International Data transfer & data protection
International Data Protection is always applicable once data leaves national borders for storage or processing. For a number of digitised and outsourced processes (think of cloud computing or Software-as-a-Service) this is happening faster than expected. In case of an International data transfer, companies based in the EU must always note the level of data protection in the recipient country. In other words: Is the data to be protected equally safe there as it is over here?
Non-EU companies wishing to be active within the EU or targeting EU citizens, this in turn means that the storage and processing of the data collected in the EU represents an international data transfer. Thus, data protection regulations like the EU General Data Protection Regulation (GDPR) may apply.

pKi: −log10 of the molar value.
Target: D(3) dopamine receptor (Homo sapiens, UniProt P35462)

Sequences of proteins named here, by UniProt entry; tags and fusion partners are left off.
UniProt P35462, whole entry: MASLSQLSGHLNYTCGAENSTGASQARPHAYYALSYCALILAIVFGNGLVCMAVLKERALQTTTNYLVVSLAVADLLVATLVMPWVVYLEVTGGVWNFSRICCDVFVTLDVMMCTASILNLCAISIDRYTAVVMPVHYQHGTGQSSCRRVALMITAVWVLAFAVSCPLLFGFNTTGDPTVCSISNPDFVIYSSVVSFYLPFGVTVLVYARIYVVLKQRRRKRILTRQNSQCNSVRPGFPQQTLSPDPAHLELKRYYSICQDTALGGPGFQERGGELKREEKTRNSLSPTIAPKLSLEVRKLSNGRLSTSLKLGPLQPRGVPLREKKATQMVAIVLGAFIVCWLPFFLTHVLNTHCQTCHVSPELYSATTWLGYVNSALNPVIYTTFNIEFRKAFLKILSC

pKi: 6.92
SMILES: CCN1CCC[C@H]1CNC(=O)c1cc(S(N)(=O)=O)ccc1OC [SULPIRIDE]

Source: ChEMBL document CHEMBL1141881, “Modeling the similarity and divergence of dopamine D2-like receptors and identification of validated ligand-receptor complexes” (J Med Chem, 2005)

Moreover, issues regarding international data protection law may also become relevant if employees of a company, a partner company or a subsidiary abroad have access to the data stored in the EU. Even though a direct transfer with other countries may not take place, the foreign location is subject to laws which are not considered adequate under EU standards. A particularly challenging example is the U.S. Freedom Act (previously: U.S. Patriot Act), through which U.S. companies can be forced to comprehensively share data with U.S. authorities.